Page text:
If your rent is not paid, your landlord will probably pursue you and / or your partner for it. It is also possible that he or she might start proceedings to evict you.

If your partner is refusing to pay his or her share of the rent and you cannot cover the payments on your own, you may be entitled to benefits that will help you. In this situation, it’s a good idea to contact your local Citizens Advice Bureau for help.

If you want to stay in your rented home once you are divorced you will need to contact your landlord to see if he or she will allow you to take on sole tenancy of the property. You’ll probably need to prove you can pay the rent on your own before they agree to this.

If you have a joint tenancy agreement and decide to move out of the property you formerly shared with your partner, it’s a good idea to have your name removed from the tenancy agreement – otherwise there is always a chance that, during the period of the contract, you could be asked to pay any rent that is owed. You will need to contact your landlord in order to organise this.

25. My name is not on the title deeds to our house – what are my rights?

That will depend on your individual circumstances. For example, your rights to the house may be affected if the property was owned by your partner before you got married and this is the reason why your name is not on the title deed.

The value of a property owned by just one partner will usually be considered when a financial settlement is being negotiated. During your divorce your partner cannot force you to leave the property if you are living there, even though your name is not on the title deed.

Once your divorce is final, you may not be able to stay permanently in a property that is solely owned by your ex – but in this case he or she will have to give you proper notice before they are able to evict you.

Other factors that will have a bearing on your rights in this situation include whether or not you have children. If you do, and if the court judges that the family home is the best place for them to continue living, it may rule that you are allowed to remain in the property until they reach a certain age.

 

Divorce and your children

26. Will we need a court order to make arrangements for who looks after our children?

Not necessarily. It could be that you and your partner are able to agree easily on where your children live and how much contact each of you has with them.

On the other hand, if you are finding it difficult to come to an arrangement you are both happy with, the court can make decisions for you.

It’s important to remember that the court will not grant you a divorce until it is satisfied that suitable arrangements for the care and financial support of your children have been made.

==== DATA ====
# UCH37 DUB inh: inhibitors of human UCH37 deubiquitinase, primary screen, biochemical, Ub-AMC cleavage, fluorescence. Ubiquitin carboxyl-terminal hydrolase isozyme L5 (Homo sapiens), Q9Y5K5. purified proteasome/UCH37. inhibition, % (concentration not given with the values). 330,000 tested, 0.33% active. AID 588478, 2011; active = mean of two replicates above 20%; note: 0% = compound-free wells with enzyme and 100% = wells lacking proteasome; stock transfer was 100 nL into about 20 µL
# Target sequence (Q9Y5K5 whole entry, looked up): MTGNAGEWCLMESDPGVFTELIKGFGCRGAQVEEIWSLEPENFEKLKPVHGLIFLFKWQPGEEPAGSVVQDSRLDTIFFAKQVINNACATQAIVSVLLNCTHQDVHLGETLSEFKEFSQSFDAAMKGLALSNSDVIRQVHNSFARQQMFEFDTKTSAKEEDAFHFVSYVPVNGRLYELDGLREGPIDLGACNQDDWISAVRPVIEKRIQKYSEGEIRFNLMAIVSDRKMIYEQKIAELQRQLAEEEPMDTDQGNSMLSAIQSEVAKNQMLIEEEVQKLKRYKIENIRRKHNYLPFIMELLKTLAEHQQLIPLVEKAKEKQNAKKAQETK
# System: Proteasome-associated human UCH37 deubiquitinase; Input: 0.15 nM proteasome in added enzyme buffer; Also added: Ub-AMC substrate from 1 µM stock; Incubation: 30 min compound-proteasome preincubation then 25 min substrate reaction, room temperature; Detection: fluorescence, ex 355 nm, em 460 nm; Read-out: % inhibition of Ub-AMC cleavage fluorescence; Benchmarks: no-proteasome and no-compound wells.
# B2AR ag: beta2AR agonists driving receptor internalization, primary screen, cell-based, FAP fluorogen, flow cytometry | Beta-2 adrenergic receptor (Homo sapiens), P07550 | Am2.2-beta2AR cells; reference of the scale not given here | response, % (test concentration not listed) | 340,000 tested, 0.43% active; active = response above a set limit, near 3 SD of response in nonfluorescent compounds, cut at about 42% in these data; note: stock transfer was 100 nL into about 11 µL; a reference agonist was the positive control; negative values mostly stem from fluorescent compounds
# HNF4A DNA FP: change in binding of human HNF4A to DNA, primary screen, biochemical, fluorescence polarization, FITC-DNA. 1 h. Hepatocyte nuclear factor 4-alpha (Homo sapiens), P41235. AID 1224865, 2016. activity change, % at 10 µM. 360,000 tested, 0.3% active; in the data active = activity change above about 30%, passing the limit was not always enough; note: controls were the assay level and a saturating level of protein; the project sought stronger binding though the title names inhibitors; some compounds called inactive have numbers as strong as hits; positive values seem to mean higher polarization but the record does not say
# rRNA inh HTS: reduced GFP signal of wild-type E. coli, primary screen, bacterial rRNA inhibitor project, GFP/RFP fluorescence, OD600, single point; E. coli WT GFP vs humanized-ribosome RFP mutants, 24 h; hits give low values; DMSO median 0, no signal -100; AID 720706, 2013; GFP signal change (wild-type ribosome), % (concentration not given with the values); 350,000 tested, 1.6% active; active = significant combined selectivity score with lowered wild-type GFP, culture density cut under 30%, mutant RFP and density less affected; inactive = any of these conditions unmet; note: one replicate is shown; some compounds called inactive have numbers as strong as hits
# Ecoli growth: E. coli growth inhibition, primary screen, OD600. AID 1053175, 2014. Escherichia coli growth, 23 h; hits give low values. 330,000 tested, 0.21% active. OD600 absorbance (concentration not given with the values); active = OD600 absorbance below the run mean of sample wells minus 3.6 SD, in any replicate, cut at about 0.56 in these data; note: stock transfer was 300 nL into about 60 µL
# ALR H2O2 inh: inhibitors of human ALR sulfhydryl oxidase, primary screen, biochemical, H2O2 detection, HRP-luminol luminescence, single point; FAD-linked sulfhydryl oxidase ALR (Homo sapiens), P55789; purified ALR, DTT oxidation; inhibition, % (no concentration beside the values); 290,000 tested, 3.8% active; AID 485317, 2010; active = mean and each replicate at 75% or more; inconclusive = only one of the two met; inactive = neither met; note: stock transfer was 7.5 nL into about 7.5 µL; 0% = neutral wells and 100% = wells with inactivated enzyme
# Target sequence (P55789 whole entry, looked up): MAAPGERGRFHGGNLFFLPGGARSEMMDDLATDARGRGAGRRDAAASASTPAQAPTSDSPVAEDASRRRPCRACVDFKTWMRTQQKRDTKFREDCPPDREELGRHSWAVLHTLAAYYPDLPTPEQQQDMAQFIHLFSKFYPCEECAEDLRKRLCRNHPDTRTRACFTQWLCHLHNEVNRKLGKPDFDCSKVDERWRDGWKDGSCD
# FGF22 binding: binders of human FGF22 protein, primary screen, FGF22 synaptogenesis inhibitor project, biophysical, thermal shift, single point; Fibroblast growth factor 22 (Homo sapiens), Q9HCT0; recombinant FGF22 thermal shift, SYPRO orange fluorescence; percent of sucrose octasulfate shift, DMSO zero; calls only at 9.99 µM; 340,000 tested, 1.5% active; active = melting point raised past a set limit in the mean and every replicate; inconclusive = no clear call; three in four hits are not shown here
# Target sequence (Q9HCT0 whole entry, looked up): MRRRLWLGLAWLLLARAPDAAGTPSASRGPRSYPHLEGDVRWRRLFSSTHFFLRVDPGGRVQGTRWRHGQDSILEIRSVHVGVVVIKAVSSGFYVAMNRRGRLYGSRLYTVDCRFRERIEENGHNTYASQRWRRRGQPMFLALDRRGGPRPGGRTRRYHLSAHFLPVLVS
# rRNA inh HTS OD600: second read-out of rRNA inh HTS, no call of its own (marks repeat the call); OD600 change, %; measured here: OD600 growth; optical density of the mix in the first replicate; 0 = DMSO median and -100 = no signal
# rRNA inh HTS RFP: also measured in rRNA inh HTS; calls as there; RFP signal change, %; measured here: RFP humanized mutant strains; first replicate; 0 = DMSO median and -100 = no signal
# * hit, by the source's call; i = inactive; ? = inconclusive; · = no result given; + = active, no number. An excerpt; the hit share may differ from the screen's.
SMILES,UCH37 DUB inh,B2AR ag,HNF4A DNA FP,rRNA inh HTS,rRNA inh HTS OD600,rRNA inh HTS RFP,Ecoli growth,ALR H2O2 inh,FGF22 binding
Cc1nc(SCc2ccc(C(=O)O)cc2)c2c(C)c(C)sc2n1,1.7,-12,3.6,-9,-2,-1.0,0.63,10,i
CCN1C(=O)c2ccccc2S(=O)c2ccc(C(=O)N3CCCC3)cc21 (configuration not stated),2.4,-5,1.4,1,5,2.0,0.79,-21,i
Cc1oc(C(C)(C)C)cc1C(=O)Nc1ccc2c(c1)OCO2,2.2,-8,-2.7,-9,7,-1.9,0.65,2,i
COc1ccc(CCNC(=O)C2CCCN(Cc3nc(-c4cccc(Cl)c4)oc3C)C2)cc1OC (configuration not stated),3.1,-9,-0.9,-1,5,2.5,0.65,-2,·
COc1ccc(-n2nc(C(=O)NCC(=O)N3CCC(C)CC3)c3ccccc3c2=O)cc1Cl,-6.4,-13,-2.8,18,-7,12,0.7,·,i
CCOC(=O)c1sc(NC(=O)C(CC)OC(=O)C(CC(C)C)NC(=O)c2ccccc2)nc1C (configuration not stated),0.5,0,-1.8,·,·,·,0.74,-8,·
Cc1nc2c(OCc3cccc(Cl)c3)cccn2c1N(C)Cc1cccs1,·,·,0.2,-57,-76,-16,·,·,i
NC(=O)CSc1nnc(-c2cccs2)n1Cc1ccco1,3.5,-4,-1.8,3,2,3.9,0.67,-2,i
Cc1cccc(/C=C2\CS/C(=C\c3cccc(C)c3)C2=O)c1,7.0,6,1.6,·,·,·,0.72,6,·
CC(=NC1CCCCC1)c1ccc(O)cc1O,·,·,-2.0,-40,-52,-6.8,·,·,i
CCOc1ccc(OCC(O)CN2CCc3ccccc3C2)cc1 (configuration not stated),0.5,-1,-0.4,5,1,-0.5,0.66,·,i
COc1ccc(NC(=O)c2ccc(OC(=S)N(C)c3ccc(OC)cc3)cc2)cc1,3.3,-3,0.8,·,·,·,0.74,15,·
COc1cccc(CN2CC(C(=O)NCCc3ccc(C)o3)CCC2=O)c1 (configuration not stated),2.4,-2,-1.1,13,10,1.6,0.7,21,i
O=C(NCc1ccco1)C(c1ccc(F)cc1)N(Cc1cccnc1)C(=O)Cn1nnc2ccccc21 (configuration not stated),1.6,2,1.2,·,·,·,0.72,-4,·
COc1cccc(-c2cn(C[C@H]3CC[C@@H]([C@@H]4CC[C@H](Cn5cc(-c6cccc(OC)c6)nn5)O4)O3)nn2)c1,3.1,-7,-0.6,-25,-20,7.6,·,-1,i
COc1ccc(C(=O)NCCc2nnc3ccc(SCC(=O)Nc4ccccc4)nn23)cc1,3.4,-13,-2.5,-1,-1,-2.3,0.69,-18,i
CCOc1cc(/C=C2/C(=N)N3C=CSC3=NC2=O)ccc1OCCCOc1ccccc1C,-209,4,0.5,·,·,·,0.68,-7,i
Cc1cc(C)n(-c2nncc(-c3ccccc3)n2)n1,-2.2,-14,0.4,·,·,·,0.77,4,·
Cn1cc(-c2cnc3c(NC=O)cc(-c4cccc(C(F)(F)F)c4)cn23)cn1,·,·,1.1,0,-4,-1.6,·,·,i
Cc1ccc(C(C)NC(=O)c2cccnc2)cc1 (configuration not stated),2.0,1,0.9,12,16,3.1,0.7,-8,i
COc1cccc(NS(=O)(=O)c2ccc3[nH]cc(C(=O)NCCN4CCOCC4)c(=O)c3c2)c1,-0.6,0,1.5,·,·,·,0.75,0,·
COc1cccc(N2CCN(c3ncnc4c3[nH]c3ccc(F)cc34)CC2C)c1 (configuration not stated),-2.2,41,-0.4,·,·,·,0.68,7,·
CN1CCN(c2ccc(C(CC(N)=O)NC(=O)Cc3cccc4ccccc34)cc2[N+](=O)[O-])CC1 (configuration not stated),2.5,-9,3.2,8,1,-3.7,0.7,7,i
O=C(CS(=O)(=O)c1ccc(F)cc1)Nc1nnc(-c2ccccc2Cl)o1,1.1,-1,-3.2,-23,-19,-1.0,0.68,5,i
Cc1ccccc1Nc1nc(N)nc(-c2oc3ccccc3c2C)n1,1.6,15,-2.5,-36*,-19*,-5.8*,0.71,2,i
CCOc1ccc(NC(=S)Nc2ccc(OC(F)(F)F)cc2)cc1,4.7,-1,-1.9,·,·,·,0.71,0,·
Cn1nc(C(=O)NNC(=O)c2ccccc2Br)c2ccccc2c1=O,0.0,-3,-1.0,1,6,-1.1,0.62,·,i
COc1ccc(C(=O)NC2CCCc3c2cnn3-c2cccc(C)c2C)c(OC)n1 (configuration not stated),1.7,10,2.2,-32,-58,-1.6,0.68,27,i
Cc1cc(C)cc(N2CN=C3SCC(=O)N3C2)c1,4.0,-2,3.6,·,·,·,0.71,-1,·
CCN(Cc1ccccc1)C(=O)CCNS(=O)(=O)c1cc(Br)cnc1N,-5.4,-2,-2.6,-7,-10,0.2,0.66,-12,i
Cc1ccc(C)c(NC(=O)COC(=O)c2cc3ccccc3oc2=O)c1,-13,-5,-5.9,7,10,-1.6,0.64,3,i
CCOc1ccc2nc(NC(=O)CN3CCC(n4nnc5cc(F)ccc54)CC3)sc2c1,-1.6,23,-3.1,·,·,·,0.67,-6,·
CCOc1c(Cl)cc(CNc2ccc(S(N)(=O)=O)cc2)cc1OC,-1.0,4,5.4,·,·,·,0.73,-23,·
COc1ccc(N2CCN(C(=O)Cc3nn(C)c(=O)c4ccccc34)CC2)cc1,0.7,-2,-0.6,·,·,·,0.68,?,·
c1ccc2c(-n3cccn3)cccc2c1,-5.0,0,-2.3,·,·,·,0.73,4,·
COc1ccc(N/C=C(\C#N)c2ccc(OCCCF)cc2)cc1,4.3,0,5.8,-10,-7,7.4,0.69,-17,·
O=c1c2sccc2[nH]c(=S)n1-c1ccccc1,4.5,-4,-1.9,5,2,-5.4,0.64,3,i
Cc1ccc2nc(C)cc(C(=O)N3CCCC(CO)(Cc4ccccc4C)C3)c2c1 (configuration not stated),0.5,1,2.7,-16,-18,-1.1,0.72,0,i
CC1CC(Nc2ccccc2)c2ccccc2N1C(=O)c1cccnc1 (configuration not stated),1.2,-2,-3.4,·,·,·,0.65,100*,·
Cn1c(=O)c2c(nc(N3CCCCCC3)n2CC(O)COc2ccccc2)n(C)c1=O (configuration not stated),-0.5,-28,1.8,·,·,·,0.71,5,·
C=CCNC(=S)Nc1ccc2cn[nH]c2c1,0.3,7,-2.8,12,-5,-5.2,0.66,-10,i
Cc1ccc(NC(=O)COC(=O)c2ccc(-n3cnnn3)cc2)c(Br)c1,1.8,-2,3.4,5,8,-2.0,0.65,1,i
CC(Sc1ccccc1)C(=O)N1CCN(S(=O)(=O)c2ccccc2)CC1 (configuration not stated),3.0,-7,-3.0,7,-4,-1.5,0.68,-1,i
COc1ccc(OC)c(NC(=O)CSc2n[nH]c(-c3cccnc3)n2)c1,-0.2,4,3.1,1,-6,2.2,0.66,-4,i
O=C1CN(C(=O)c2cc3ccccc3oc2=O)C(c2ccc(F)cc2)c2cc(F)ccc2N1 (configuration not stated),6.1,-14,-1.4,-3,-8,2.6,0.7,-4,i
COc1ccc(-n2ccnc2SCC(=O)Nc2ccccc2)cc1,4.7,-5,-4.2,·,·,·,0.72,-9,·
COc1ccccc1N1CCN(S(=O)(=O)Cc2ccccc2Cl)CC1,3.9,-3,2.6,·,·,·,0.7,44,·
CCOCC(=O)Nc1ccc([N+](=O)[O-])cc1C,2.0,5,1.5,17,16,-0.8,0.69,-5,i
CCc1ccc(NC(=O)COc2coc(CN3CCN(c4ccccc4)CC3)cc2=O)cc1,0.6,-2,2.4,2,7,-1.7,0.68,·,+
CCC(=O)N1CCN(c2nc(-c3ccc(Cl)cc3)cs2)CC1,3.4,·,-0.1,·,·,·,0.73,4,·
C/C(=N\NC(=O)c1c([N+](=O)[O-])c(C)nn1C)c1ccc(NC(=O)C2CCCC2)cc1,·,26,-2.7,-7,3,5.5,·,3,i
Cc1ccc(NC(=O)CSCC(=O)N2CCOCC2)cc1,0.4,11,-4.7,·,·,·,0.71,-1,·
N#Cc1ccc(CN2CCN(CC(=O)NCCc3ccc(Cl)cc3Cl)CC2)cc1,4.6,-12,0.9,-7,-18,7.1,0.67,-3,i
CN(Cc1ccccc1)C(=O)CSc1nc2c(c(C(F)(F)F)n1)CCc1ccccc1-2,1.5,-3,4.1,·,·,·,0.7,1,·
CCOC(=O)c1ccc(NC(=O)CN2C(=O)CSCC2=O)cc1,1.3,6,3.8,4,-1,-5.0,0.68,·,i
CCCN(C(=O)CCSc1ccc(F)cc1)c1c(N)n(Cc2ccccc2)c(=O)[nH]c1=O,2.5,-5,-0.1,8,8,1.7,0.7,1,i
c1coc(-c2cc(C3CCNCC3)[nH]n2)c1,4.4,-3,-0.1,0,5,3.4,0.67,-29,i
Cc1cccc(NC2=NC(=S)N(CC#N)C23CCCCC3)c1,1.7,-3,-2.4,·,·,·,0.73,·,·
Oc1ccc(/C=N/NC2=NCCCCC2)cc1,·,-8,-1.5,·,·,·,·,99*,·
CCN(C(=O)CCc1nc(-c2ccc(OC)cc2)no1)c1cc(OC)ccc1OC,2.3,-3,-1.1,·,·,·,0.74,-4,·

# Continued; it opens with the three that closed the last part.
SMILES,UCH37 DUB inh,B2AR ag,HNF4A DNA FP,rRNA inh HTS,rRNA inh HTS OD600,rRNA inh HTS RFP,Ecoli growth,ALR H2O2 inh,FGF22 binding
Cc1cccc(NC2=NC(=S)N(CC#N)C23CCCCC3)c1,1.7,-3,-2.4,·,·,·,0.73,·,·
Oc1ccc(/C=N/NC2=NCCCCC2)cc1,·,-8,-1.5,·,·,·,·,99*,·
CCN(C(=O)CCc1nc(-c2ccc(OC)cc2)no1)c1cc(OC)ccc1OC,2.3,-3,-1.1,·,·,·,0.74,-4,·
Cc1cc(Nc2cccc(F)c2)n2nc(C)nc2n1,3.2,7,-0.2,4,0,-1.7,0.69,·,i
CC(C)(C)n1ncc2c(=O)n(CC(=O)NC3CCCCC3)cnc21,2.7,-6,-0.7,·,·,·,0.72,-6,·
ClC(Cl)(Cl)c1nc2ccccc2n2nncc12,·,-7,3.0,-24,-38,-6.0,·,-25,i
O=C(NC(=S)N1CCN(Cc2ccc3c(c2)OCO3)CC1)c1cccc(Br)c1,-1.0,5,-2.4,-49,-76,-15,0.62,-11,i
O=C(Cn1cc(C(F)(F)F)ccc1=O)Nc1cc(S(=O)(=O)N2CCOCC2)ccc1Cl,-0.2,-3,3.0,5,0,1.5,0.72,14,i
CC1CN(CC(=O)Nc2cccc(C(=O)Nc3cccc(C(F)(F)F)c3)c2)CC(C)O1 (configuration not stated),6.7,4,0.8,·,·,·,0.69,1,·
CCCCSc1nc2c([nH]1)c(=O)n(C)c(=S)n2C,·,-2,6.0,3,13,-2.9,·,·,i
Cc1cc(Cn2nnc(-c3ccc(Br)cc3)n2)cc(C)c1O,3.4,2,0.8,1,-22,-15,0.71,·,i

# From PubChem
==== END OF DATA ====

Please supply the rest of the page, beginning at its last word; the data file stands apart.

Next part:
27. I want to see the children but my ex is preventing this – what can I do?

If you haven’t already been granted a contact order, you can apply to the court for one. A contact order will set out your rights to access to your children, and your ex will be expected to comply with it.

If a contact order has already been issued and your ex is still preventing you from seeing your children, you can go back to the court for help.

To help the court enforce a contact order that your ex is ignoring, it’s a good idea to keep records of your attempts to see your children and how you are being stopped from doing so. You will then be able to present these as evidence.

28. How can I make sure our children get financial support from my partner after we’re divorced?

If your divorce is amicable, it could be that making financial arrangements for the support of your children is straightforward. Agreements that are negotiated in this way are called voluntary agreements and do not require a court order.

You may want to take legal advice before coming to any arrangement, however, in order to make sure it is appropriate for your circumstances. A solicitor can also draw up a written agreement that will help to prevent future disputes – even if, at the moment, these seem unlikely.

In addition, the Child Maintenance Service will be able to offer you advice on setting up a voluntary child maintenance agreement.

You can also use the Child Maintenance Service to get financial support for your children where a voluntary agreement is not in place. Its website has a child maintenance calculator to help you estimate how much your ex should pay towards the financial support of your children.